Once everyone has finished their individual work, share your solutions with the group one at a time. Learning how other people approach the same type of problem can broaden your understanding of the concept and sometimes you’ll even learn an approach that’s easier for you to wrap your head around.

Finally, at the end of the session, spend a few minutes reviewing what you’ve done. Outline different ways to solve the problems in front of you and discuss any plans for future study sessions or ongoing work.

Study Session Activities

Sometimes, you will need to plan more activities to fill the time or deepen everyone’s understanding of a concept. Here are a few ideas for activities to include during your study session.

1. In Depth Solutions

While you might spend most of your time with the group reviewing different approaches to solving one type of problem, there are some initial and ongoing steps to solving any problem that you might take for granted. As your work gets more and more complex, stop to consider the following questions before you begin to work on any problem:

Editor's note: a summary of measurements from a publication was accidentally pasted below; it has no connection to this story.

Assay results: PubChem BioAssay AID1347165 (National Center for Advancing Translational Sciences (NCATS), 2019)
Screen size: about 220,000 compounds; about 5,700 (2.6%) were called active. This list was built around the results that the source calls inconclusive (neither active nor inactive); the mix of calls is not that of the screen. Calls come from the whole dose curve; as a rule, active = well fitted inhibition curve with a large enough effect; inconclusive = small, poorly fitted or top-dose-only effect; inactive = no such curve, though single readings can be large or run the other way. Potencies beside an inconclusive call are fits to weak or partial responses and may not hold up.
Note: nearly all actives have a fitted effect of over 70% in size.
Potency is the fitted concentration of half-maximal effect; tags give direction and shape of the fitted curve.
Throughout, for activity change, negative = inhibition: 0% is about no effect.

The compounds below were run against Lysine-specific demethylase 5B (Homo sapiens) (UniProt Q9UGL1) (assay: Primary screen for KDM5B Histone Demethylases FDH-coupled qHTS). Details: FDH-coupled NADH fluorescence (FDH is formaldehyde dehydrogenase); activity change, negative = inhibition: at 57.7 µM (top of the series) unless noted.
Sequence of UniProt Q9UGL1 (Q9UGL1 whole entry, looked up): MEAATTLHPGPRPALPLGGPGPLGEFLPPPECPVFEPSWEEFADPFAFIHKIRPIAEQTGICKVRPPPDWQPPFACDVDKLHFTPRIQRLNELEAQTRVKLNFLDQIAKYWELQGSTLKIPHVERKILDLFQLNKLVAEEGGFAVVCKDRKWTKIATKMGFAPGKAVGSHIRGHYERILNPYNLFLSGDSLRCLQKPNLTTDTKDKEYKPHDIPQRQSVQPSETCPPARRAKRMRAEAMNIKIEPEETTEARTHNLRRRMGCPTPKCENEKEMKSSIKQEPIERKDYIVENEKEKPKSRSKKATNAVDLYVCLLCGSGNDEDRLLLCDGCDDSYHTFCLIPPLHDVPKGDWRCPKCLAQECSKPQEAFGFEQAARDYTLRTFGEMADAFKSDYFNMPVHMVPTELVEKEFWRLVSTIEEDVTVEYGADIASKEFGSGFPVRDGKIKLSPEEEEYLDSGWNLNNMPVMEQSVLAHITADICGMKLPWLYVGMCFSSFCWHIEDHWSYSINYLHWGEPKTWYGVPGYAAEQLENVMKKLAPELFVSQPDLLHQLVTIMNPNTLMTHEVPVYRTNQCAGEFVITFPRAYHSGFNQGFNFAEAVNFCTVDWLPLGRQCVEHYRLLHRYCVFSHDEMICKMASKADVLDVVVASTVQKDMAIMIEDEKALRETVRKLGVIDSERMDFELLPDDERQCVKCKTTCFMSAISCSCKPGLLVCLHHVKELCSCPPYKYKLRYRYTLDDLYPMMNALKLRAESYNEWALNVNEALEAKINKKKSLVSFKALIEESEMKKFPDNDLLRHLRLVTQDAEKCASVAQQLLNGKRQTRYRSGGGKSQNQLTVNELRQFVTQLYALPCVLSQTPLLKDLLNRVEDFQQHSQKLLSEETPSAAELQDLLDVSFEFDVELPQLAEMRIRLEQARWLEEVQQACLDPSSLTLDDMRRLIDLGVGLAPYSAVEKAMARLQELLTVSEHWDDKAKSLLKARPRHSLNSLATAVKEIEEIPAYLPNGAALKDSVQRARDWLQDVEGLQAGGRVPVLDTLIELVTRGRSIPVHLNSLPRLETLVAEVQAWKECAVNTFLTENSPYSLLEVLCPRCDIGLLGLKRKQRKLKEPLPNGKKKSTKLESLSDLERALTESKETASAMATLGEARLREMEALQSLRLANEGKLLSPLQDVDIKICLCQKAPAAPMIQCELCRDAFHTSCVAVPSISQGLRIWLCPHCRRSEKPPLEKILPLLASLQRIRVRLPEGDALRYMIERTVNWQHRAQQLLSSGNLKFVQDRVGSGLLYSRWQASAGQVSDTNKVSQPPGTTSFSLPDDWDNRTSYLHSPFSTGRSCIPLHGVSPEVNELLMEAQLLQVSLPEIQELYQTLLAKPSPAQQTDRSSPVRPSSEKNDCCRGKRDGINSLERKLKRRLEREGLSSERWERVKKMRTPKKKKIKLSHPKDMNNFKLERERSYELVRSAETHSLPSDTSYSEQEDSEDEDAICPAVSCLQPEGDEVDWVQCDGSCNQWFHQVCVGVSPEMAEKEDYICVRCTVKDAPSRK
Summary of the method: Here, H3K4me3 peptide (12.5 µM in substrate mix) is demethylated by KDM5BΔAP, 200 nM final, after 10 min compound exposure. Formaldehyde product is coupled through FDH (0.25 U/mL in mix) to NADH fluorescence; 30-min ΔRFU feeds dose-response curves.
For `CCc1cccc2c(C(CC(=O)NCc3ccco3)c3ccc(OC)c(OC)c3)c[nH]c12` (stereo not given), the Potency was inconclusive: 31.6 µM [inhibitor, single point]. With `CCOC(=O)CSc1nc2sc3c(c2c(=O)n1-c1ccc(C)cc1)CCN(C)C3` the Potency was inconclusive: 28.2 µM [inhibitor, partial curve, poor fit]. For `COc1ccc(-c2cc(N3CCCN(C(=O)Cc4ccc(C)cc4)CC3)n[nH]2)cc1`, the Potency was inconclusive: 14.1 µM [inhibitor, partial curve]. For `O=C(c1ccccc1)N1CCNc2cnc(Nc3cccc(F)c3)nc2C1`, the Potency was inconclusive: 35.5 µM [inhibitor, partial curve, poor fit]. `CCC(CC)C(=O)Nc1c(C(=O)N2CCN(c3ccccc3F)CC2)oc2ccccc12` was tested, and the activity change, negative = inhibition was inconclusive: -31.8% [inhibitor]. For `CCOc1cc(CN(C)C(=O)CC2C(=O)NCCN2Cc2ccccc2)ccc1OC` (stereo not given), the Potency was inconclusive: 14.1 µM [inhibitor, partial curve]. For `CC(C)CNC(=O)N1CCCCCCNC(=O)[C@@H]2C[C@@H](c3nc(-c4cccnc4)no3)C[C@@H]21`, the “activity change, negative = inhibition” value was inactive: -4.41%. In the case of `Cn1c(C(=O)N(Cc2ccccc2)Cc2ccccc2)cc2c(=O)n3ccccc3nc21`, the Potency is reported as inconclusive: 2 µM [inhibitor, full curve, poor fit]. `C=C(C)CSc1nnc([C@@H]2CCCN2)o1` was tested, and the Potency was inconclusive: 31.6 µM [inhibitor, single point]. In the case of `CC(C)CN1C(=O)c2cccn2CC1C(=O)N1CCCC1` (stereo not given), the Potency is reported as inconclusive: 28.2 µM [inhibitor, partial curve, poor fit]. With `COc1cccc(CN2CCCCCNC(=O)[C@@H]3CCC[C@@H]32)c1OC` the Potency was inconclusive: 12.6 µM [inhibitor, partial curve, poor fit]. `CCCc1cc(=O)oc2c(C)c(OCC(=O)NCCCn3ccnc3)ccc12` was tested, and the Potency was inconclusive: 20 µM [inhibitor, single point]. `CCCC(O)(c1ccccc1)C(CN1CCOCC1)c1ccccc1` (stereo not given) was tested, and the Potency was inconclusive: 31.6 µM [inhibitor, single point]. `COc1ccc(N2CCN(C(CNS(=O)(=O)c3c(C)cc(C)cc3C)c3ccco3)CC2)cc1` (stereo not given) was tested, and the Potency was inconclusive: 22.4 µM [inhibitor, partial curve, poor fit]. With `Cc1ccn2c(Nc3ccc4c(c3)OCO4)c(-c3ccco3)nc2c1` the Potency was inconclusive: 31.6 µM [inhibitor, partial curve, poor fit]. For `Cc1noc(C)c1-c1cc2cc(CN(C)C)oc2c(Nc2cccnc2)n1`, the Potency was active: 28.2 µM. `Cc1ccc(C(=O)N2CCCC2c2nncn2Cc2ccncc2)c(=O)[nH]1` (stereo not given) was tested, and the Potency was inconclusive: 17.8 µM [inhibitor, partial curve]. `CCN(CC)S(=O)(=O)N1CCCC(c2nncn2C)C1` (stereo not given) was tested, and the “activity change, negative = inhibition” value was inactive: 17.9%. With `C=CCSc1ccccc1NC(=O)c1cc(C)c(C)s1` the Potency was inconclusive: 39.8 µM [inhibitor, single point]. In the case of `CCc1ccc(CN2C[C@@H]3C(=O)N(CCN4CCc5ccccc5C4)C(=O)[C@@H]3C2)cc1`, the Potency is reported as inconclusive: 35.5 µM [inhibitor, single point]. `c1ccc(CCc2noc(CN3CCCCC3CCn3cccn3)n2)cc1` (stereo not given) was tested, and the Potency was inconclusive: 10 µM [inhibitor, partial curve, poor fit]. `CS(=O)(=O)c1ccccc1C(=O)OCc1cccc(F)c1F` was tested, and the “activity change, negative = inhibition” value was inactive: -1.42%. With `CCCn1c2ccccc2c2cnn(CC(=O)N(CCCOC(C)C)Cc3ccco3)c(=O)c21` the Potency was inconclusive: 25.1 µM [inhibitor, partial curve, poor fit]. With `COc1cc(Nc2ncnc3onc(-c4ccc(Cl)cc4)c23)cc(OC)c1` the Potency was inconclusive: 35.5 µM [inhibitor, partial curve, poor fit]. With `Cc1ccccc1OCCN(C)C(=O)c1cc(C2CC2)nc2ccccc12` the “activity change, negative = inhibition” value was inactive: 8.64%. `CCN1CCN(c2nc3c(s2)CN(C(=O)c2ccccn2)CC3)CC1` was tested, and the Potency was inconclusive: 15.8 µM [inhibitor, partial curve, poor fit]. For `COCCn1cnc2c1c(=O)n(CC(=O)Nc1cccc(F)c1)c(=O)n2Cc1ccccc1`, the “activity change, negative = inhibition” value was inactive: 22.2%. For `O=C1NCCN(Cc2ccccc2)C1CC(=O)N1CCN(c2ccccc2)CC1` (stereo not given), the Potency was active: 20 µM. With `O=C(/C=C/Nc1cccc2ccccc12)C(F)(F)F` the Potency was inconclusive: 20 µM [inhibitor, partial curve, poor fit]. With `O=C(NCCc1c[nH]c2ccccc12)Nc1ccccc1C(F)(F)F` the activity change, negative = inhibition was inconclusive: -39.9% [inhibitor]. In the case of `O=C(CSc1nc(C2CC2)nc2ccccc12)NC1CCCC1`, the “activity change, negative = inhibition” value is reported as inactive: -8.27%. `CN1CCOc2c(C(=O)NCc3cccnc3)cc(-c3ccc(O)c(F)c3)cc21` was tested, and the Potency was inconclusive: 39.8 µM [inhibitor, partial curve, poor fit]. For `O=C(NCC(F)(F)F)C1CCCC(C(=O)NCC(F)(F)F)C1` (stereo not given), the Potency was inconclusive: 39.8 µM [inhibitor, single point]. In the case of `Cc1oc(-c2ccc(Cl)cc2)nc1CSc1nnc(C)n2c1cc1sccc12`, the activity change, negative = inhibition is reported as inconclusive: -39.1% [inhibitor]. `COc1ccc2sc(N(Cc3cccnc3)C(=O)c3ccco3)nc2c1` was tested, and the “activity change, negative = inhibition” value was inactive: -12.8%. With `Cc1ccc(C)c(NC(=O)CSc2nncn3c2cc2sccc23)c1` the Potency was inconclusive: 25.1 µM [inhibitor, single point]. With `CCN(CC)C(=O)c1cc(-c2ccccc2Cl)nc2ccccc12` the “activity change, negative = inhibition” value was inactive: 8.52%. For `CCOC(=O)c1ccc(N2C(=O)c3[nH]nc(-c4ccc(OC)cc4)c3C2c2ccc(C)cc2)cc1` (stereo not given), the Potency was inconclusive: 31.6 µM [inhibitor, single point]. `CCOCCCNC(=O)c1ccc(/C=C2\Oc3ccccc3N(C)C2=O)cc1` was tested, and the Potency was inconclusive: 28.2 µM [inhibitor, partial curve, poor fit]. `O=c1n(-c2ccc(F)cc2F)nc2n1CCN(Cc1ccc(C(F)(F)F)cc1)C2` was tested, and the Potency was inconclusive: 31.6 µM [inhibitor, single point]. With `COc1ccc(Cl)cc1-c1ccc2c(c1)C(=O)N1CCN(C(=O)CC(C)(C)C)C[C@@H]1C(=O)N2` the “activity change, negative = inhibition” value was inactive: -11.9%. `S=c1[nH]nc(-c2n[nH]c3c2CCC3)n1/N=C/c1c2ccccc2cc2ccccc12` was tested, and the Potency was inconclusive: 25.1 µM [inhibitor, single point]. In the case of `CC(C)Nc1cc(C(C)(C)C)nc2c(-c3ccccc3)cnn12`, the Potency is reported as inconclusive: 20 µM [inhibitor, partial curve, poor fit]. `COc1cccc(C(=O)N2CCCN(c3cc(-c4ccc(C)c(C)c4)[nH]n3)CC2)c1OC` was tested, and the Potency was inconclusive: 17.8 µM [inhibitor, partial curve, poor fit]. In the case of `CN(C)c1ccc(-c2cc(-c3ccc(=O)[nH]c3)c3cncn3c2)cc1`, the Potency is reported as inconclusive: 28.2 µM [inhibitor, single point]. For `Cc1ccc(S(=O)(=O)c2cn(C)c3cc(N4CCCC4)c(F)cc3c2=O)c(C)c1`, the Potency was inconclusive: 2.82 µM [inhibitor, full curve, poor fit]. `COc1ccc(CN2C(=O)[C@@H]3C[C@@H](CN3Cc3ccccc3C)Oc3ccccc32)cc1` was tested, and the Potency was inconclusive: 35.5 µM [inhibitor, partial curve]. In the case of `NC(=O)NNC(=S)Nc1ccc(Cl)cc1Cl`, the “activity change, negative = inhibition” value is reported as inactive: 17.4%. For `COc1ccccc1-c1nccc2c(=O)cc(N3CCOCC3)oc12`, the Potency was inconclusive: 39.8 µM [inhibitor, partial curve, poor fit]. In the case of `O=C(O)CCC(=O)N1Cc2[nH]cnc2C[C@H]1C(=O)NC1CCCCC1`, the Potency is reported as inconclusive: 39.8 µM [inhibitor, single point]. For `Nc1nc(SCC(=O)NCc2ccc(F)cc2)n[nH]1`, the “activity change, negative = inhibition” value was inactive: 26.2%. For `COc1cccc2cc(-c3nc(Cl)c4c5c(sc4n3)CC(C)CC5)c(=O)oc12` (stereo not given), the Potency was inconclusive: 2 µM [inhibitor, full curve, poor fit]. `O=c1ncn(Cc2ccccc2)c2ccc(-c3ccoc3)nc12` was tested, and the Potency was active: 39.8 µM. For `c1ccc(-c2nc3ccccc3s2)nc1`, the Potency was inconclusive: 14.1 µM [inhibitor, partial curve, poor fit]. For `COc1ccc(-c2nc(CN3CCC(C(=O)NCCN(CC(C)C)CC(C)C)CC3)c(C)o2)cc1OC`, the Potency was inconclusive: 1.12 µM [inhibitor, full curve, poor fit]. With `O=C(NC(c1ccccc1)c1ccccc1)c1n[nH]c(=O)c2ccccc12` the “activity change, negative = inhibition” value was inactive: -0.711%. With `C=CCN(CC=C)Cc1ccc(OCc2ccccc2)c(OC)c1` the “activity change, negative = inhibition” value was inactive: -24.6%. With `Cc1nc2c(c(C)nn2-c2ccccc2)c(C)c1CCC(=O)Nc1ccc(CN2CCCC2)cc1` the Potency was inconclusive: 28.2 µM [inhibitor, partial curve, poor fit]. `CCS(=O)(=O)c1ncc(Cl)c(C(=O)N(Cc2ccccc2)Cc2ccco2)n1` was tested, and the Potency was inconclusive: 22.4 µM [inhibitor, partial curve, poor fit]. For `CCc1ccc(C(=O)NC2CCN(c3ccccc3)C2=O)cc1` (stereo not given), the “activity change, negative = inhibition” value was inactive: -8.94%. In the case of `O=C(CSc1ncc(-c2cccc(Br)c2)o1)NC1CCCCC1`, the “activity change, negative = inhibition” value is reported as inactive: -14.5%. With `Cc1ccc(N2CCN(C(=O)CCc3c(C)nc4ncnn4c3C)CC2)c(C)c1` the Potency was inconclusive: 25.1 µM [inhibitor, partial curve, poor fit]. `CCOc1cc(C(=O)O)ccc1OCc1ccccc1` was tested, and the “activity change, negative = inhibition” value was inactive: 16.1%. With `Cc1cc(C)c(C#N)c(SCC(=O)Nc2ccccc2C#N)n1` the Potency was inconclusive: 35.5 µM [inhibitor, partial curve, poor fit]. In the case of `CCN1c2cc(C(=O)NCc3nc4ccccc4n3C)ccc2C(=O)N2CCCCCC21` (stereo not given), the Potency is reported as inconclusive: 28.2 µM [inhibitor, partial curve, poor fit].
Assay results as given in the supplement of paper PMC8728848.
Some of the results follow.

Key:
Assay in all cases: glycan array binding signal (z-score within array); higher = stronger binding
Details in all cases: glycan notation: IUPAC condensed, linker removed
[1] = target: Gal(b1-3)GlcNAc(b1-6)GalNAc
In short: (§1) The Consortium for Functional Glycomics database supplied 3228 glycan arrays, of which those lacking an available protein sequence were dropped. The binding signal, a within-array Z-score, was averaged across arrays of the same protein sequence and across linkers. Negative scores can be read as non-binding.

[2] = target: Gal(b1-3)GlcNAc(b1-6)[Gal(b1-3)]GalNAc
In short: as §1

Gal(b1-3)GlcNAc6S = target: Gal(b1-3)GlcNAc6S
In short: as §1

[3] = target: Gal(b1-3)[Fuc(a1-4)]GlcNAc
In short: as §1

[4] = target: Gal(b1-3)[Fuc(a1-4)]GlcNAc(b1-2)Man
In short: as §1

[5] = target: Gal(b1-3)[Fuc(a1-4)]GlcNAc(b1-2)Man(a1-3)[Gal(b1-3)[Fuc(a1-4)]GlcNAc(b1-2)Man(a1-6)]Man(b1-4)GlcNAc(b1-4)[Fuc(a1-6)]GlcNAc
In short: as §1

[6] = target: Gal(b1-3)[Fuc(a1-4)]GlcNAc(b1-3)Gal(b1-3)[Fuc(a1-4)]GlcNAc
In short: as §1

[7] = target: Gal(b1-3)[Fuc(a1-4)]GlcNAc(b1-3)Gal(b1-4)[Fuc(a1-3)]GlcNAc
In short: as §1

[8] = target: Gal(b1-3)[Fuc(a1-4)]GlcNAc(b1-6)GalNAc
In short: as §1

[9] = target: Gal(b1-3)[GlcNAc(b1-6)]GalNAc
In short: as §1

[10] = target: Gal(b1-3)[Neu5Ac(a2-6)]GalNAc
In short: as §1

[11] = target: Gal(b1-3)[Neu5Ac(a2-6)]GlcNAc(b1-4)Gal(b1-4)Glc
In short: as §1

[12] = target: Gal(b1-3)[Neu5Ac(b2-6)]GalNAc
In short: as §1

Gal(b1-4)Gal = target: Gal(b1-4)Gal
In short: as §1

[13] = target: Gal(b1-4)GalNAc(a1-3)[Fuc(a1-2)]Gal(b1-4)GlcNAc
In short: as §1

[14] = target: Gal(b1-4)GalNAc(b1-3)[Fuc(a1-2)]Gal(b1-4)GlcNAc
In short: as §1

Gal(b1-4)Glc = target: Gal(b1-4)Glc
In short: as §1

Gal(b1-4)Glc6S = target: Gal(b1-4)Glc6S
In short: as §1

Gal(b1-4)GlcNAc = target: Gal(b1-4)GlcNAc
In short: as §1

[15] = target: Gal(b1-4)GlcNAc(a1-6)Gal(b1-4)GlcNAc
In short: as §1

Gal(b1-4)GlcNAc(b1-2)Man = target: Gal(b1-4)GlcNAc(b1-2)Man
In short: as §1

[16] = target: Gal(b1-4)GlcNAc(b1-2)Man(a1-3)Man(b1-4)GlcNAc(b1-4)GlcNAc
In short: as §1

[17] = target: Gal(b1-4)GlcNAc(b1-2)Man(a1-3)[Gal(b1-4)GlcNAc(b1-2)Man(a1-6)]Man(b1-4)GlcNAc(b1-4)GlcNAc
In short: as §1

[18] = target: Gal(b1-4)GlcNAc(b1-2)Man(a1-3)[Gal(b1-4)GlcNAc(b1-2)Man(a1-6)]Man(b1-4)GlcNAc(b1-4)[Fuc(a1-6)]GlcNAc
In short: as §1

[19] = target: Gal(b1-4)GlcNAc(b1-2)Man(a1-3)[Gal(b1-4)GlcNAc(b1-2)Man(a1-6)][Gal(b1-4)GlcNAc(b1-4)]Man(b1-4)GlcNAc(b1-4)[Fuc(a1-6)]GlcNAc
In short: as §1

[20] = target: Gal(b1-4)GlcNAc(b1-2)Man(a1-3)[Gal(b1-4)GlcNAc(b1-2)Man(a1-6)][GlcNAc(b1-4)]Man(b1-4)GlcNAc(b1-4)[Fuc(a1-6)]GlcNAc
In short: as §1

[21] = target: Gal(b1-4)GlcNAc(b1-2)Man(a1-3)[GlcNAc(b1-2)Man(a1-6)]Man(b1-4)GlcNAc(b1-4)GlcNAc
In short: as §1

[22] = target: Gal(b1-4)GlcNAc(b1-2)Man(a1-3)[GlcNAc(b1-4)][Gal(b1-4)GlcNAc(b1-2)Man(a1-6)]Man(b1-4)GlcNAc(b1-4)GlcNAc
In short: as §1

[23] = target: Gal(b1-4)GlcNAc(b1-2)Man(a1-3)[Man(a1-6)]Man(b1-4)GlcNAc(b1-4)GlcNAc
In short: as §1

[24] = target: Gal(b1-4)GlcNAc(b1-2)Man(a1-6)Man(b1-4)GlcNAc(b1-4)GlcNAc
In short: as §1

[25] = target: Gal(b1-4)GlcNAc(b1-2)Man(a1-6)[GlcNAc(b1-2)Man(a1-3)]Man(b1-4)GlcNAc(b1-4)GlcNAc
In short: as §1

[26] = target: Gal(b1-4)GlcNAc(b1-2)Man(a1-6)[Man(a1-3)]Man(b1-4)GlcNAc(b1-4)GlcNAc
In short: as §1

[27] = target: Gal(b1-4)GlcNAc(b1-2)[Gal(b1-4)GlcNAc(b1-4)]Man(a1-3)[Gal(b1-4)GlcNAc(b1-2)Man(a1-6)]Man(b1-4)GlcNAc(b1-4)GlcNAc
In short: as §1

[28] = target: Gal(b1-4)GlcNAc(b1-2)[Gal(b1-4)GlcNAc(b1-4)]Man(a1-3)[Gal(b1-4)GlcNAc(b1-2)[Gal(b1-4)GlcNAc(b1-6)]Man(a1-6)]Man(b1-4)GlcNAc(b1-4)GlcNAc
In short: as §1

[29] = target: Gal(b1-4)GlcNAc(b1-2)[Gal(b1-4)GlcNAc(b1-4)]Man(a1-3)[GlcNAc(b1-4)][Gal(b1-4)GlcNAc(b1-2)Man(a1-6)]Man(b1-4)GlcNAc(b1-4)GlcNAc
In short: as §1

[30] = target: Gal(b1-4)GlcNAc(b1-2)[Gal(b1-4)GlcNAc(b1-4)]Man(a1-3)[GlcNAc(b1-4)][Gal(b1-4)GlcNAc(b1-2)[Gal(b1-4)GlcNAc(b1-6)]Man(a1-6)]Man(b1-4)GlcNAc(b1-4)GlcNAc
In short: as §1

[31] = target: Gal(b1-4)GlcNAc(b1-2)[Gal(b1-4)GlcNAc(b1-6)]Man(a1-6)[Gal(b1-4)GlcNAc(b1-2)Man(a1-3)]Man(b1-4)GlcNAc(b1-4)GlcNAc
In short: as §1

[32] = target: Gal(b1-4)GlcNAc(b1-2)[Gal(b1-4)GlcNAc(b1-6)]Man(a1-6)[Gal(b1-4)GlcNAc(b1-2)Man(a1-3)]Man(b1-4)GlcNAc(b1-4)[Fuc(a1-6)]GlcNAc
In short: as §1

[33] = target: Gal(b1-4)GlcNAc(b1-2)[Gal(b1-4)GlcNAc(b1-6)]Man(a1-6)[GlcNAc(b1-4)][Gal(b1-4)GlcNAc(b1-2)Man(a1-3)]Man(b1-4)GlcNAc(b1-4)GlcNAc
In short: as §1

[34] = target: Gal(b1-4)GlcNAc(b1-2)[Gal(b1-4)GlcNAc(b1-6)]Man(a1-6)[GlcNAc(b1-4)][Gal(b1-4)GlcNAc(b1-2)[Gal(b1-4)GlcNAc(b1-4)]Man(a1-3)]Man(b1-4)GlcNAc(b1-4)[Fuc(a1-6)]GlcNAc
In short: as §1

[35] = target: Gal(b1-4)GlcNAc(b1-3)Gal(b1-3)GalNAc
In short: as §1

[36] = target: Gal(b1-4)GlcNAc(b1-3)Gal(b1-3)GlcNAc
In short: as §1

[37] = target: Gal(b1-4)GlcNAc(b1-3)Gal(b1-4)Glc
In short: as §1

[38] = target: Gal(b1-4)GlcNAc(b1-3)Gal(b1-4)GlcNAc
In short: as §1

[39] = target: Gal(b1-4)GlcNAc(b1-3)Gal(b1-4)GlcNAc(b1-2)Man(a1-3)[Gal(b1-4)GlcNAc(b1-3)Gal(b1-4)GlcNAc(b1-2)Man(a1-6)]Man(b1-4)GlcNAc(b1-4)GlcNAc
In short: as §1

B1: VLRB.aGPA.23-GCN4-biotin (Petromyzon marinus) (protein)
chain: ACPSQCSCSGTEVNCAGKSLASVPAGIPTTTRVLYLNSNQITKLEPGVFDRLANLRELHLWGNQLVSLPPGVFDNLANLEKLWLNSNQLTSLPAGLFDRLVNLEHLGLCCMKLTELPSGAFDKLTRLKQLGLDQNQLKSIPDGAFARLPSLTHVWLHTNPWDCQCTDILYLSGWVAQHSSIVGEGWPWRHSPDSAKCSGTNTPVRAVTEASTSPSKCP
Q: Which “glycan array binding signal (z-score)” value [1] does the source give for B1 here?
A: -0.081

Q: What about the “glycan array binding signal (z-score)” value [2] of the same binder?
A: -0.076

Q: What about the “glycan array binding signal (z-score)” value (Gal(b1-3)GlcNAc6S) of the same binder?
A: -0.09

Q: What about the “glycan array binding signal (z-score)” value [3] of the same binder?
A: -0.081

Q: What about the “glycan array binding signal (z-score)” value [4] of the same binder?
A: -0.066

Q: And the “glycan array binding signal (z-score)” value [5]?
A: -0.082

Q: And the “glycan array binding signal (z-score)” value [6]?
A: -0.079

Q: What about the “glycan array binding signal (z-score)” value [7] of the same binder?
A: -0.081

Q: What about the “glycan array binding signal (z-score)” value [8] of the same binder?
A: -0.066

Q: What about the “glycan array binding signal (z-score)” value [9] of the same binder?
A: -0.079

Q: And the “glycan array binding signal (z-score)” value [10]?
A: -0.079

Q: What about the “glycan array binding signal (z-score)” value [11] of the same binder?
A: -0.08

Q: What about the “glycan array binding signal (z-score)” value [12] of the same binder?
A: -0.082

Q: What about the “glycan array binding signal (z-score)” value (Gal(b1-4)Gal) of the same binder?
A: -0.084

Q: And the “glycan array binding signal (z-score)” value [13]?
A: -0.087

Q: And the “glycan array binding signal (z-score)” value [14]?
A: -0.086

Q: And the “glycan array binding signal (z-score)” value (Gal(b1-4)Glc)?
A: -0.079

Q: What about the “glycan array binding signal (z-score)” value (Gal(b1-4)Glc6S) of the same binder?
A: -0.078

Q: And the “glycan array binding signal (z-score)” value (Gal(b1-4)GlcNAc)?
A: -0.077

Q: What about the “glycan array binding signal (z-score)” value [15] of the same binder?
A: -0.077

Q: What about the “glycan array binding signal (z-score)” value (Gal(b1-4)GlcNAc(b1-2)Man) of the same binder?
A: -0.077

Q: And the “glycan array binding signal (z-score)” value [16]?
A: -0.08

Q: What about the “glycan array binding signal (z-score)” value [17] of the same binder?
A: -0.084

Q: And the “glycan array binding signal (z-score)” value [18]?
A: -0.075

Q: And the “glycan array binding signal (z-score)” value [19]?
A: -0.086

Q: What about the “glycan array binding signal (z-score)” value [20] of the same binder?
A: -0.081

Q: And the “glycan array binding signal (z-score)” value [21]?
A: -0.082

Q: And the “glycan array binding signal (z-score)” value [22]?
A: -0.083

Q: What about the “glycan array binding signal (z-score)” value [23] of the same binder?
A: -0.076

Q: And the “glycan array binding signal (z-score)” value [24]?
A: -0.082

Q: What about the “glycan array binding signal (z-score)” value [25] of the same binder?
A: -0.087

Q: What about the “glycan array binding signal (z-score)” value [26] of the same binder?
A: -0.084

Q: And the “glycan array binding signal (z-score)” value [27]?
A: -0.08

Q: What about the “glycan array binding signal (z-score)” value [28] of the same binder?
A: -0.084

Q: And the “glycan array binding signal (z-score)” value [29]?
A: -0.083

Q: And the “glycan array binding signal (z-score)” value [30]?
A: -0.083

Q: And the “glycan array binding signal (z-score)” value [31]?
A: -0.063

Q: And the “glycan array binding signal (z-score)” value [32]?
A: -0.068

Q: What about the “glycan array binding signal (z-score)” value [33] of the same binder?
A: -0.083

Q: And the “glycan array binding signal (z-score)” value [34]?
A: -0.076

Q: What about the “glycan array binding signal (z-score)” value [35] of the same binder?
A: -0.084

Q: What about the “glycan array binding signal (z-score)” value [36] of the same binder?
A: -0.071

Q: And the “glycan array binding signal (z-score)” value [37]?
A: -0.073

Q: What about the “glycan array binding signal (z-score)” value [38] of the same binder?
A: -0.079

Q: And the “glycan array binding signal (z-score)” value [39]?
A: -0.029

• Verify that you know what all the terms in the question mean. If there are unfamiliar vocabulary terms, look them up or ask someone else in your group for help. You should always know precisely what every word in a problem means when you’re studying. This may not always be the case during tests, but for now you should take advantage of every resource you have.
      • Verify that you actually understand what the question is asking for. Sometimes, especially in word problems, it might be unclear exactly what your answer should consist of when you’re finished. If this is the case, make this a discussion point. Talk about how to figure out what exactly you’re solving for.
      • Write out in words what you did to solve the problem. This can help you to think about your solution in a different way and can really cement it in your mind. By sharing this written explanation, you can help others to better understand how you solved the problem, and by hearing explanations from your peers, you can better understand how they did the same.